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News Daily: May takes Brexit deal to MPs, and Trump aide quits 'after Melania row'

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May promotes Brexit deal to MPs

The cabinet has backed it, but Theresa May faces the task later of selling the Brexit agreement she's reached with the EU to the House of Commons. And the atmosphere is set to be anything but gentle as she answers MPs' questions. The prime minister has faced criticism from Conservative Brexiteers and her Democratic Unionist Party backers, amid suggestions of plotting to force a no-confidence vote in her.

Labour has not yet said whether it will back the deal, although leader Jeremy Corbyn said he didn't feel it was in the national interest.

The draft agreement has angered Brexit-supporting MPs with its "backstop" provision allowing the creation of a temporary "EU-UK single customs territory" to prevent border checks in Ireland if the UK and EU do not reach a trade deal. The 585-page document also addresses the rights of UK and EU citizens and a "financial settlement" with the EU. Here's what's in it.

Even though the cabinet supported the agreement following a five-hour meeting on Wednesday, BBC political editor Laura Kuenssberg says resignations remain a possibility. Meanwhile, BBC Europe editor Katya Adler looks at the EU's own worries about how things will pan out.

Take a breather from the hurly-burly and reacquaint yourself with what's going on using our Brexit guide.

White House aide quits 'after Melania row'

The White House aide who reportedly quarrelled with First Lady Melania Trump over seating arrangements on a plane during a trip to Africa has resigned. Mrs Trump said earlier this week that Deputy National Security Adviser Mira Ricardel no longer deserved the "honour" of serving the administration. Her removal comes amid stories in the US media that President Donald Trump is considering a further shake-up of his team.

Meanwhile, Michael Avenatti, the lawyer for porn star Stormy Daniels in her lawsuit against Mr Trump, has been arrested on suspicion of domestic violence, according to police in Los Angeles. Mr Avenatti denies the claim.

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Planet found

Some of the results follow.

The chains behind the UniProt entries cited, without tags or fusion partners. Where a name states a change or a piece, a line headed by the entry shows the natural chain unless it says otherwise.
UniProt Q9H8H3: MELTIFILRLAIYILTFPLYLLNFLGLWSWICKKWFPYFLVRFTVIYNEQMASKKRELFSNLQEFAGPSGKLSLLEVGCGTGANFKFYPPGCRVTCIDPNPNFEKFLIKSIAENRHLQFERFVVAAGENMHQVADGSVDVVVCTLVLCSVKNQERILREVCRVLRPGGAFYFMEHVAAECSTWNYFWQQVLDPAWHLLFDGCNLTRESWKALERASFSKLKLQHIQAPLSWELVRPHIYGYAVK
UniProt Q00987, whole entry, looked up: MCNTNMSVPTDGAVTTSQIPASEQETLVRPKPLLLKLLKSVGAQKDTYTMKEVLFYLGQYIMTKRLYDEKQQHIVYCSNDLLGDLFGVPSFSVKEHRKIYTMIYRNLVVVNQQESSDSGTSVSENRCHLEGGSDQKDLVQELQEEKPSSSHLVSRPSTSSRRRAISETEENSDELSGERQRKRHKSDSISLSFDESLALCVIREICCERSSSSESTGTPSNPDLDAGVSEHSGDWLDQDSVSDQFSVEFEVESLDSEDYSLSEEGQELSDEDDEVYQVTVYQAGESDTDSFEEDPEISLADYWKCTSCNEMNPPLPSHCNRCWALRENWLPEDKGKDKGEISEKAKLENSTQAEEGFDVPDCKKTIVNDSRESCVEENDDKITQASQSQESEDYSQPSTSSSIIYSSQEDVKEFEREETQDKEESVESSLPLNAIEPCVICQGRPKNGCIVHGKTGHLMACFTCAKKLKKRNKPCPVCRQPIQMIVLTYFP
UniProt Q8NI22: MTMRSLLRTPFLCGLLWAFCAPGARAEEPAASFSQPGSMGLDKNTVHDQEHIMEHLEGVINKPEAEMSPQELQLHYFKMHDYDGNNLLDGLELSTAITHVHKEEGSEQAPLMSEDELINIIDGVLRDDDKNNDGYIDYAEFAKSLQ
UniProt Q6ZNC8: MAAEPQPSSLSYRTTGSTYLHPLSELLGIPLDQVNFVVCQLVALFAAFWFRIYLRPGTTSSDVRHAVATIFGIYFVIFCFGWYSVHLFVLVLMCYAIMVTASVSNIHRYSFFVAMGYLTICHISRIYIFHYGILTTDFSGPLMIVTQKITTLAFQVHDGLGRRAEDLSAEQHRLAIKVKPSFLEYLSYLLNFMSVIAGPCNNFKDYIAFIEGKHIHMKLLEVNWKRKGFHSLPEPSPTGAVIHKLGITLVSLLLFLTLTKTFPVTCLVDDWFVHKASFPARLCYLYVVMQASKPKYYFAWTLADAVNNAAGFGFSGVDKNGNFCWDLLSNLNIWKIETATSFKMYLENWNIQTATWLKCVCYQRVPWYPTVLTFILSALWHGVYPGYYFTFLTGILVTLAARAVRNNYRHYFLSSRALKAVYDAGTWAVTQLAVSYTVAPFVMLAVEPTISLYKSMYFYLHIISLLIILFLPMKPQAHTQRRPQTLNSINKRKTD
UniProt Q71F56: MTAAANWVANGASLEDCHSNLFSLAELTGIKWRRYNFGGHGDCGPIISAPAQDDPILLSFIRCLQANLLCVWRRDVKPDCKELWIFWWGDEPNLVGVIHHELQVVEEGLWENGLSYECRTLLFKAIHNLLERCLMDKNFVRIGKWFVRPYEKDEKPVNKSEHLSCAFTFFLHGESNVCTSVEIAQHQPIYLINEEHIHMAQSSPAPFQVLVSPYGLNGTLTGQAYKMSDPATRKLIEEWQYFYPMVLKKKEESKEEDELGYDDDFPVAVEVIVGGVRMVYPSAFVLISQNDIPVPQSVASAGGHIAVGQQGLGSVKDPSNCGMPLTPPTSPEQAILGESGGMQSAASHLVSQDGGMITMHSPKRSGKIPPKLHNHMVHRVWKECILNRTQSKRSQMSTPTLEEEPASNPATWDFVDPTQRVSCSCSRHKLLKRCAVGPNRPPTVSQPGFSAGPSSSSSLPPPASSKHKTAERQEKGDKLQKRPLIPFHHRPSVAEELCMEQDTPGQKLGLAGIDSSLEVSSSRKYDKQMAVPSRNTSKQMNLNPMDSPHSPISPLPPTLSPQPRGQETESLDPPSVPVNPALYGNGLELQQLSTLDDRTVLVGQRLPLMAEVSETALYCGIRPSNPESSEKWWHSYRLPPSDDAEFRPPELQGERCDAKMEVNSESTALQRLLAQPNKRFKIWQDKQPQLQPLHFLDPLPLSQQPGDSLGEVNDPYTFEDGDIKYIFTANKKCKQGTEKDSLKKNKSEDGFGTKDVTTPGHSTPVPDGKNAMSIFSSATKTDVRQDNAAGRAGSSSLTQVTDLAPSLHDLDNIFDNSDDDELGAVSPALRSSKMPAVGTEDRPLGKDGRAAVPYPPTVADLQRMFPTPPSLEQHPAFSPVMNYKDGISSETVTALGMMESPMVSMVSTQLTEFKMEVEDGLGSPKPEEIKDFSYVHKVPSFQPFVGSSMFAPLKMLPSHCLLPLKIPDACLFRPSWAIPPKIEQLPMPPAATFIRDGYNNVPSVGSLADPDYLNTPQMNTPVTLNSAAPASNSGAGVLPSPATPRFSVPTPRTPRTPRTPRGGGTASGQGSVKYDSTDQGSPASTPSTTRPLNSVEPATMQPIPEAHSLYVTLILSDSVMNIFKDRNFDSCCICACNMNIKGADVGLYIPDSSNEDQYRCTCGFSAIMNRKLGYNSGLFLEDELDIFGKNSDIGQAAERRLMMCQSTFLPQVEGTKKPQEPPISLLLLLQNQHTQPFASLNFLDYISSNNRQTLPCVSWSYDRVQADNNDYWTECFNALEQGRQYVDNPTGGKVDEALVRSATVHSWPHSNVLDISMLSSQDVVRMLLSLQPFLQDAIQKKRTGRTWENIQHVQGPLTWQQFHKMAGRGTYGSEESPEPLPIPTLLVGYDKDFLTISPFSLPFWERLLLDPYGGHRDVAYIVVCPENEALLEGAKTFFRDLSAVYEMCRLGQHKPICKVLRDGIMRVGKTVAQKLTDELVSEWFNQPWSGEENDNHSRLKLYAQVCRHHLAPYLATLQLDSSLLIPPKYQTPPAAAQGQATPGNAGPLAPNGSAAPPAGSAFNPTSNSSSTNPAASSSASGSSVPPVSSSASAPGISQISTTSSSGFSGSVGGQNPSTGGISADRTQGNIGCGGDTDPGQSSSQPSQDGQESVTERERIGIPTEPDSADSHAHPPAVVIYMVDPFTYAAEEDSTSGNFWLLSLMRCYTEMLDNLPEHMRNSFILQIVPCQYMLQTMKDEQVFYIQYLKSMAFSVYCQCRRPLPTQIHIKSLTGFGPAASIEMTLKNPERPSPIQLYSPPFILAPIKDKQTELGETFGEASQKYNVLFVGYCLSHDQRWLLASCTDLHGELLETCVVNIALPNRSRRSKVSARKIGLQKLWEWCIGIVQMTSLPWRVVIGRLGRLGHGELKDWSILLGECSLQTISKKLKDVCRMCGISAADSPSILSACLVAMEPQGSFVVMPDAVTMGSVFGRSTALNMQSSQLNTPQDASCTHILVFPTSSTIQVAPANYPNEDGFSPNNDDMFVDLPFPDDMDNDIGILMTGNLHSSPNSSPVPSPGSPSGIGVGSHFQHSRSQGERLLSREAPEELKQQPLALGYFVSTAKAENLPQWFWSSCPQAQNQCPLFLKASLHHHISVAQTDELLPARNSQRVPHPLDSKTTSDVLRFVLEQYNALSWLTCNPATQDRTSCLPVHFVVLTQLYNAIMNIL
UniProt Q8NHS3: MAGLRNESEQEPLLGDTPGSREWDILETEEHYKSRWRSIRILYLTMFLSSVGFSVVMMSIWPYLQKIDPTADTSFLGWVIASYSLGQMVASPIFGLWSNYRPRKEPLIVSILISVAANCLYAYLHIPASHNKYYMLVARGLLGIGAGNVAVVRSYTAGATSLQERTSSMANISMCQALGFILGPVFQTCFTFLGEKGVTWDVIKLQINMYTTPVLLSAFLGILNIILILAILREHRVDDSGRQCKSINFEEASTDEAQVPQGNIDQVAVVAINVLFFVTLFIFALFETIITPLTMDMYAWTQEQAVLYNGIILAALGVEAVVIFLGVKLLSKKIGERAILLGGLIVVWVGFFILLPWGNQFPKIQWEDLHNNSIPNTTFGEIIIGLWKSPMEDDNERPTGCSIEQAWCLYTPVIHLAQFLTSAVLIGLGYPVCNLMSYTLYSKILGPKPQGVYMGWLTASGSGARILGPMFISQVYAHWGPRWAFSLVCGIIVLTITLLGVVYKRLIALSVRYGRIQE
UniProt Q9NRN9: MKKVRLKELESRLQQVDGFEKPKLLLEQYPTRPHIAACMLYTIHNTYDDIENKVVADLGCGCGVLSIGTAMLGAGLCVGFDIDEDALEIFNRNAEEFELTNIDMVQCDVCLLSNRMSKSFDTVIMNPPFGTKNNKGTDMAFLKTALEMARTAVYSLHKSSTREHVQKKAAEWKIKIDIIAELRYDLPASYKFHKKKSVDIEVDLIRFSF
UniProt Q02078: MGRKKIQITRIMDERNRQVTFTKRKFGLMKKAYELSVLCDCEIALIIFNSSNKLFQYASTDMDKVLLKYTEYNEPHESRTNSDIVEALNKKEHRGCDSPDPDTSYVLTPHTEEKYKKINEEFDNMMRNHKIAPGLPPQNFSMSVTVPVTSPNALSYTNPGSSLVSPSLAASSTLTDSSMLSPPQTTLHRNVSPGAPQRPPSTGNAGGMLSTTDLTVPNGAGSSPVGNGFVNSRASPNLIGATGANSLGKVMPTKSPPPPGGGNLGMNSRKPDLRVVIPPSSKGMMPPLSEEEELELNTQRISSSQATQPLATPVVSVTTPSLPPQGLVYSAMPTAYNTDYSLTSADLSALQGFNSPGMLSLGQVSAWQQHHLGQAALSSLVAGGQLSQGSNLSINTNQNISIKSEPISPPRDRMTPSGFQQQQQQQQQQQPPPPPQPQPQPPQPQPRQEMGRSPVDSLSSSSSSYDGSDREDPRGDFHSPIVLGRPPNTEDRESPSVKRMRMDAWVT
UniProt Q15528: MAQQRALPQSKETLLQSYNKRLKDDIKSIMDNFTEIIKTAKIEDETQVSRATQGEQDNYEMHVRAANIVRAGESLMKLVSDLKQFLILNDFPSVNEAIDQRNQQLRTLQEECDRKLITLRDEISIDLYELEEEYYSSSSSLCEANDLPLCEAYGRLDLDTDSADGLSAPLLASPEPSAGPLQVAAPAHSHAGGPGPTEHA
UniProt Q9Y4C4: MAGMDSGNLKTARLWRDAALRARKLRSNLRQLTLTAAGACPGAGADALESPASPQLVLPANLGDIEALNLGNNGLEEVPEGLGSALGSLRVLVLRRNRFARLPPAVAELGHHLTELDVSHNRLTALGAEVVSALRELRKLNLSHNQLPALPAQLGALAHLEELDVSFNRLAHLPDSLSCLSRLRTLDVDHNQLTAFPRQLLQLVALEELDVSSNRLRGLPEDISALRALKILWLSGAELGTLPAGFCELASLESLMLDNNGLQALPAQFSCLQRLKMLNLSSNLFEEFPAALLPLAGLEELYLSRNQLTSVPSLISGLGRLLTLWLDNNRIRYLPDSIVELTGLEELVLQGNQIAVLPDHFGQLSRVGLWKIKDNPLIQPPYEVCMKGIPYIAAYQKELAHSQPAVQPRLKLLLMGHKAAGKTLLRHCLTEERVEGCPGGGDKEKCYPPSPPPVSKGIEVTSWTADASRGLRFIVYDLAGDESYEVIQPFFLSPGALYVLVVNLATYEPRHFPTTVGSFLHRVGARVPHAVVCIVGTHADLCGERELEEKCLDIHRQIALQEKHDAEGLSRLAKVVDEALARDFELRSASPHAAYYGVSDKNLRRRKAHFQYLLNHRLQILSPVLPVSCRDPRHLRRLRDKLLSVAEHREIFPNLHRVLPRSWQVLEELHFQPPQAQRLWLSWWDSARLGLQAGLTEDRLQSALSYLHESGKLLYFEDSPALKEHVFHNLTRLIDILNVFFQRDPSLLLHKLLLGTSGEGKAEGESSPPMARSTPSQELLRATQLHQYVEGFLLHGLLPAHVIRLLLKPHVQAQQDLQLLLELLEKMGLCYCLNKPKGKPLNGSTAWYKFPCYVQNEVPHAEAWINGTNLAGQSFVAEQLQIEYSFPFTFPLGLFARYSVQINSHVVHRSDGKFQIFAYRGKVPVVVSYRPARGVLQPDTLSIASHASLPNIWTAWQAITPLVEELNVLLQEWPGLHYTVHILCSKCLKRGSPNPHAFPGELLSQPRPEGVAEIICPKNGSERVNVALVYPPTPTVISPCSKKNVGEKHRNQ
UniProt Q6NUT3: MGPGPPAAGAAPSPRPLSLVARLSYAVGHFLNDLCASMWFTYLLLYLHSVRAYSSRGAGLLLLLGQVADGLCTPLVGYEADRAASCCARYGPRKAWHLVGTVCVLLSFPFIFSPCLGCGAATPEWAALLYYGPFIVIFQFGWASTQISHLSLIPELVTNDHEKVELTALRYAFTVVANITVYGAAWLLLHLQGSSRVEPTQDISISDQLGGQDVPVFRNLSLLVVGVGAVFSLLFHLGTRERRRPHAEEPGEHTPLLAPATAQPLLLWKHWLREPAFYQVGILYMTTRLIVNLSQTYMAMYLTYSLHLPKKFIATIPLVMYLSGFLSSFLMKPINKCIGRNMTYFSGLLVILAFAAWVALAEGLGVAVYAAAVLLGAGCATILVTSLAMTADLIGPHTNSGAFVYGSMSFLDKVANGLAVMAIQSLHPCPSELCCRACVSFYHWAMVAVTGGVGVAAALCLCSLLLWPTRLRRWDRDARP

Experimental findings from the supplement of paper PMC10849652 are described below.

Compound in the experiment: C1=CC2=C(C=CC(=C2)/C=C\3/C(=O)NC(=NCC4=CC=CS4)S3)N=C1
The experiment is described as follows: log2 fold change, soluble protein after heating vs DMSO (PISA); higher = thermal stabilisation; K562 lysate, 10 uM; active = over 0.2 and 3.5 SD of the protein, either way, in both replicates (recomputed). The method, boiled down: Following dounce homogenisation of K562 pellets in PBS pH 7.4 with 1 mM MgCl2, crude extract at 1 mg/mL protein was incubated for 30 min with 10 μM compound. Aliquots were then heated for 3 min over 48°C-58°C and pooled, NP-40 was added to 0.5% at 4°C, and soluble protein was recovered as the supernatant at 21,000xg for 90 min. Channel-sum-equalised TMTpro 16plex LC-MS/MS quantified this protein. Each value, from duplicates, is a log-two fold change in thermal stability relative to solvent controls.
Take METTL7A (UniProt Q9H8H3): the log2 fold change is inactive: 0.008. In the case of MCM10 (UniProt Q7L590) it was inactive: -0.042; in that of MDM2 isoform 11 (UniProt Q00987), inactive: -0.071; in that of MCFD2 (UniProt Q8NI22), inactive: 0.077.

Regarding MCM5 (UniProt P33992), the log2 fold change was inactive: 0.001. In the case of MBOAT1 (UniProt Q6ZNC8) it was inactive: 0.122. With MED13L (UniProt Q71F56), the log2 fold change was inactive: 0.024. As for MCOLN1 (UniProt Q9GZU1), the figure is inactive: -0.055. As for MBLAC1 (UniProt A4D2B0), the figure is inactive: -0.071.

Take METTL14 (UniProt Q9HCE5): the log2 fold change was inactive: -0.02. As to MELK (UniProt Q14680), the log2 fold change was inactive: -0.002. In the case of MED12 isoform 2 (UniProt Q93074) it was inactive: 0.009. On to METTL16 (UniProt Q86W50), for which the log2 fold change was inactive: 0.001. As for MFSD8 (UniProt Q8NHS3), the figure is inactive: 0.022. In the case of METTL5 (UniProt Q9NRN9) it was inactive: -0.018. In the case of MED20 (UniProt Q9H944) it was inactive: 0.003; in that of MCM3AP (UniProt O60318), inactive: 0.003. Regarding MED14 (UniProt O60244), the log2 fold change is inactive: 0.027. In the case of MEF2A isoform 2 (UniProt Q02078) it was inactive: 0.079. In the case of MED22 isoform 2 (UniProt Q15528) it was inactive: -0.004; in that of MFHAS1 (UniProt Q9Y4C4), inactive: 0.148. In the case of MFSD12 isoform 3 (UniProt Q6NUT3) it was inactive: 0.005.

Could it support life? Astronomers have found a planet orbiting Barnard's star - one of the closest to the Sun. Described as a "super-Earth", the planet is "very rich in volatiles like water, hydrogen, carbon dioxide". On distance from Barnard's star - which is much smaller than the Sun - the estimated temperature would be about -150C on the surface. But a massive atmosphere could potentially warm the planet, making conditions there more liveable. The BBC's Paul Rincon asks where we should be looking for alien life.

How modern dating encourages racial prejudice

By Moya Lothian-McLean, BBC Three

"You're so my type," he told me, breezily.

I hoped his next words would describe some persistent attraction to short, loud girls who always had to be right. Or how he couldn't resist women who had a strange, fervent passion for Robbie Williams and were so lazy at cooking they'd eaten the same meal - one chicken breast accompanied by mixed veg (mange tout and broccoli) - for 365 days.

He kissed the top of my head and smiled.

"I love mixed-race girls."

Read the full article

What the papers say

Theresa May's Brexit plans are all over the front pages again. The Financial Times says the prime minister is braced for a "backlash" in the Commons, following Wednesday's "ferocious" cabinet meeting. The Guardian reports that ministers and Conservative MPs are split, while the Times predicts a hostile reception when she gives her statement. But the Express leads on the PM warning Brexit supporters that the UK could remain in the EU if her deal is rejected. Elsewhere, the Daily Star devotes its front page to the revelation that the Queen eats bananas using a fork.

Daily digest

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David Baddiel tries to understand world trade

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Is cocaine vegan? Urban drug myths busted

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Lookahead

09:30 The Office for National Statistics releases UK retail sales figures for October.

20:00 England host the USA in an international men's football friendly, which includes a special farewell appearance by Wayne Rooney.

On this day

1998 The UK and the US pull back from the brink of war with Iraq after an offer to let UN weapons inspectors back into the country.

From elsewhere

Why young Pakistanis are learning Chinese (The Atlantic)

How artificial intelligence is changing wildlife research (National Geographic)

Stan Lee: His superheroic story (Guardian)

Colour photos show US military in the 1940s (Washington Post)

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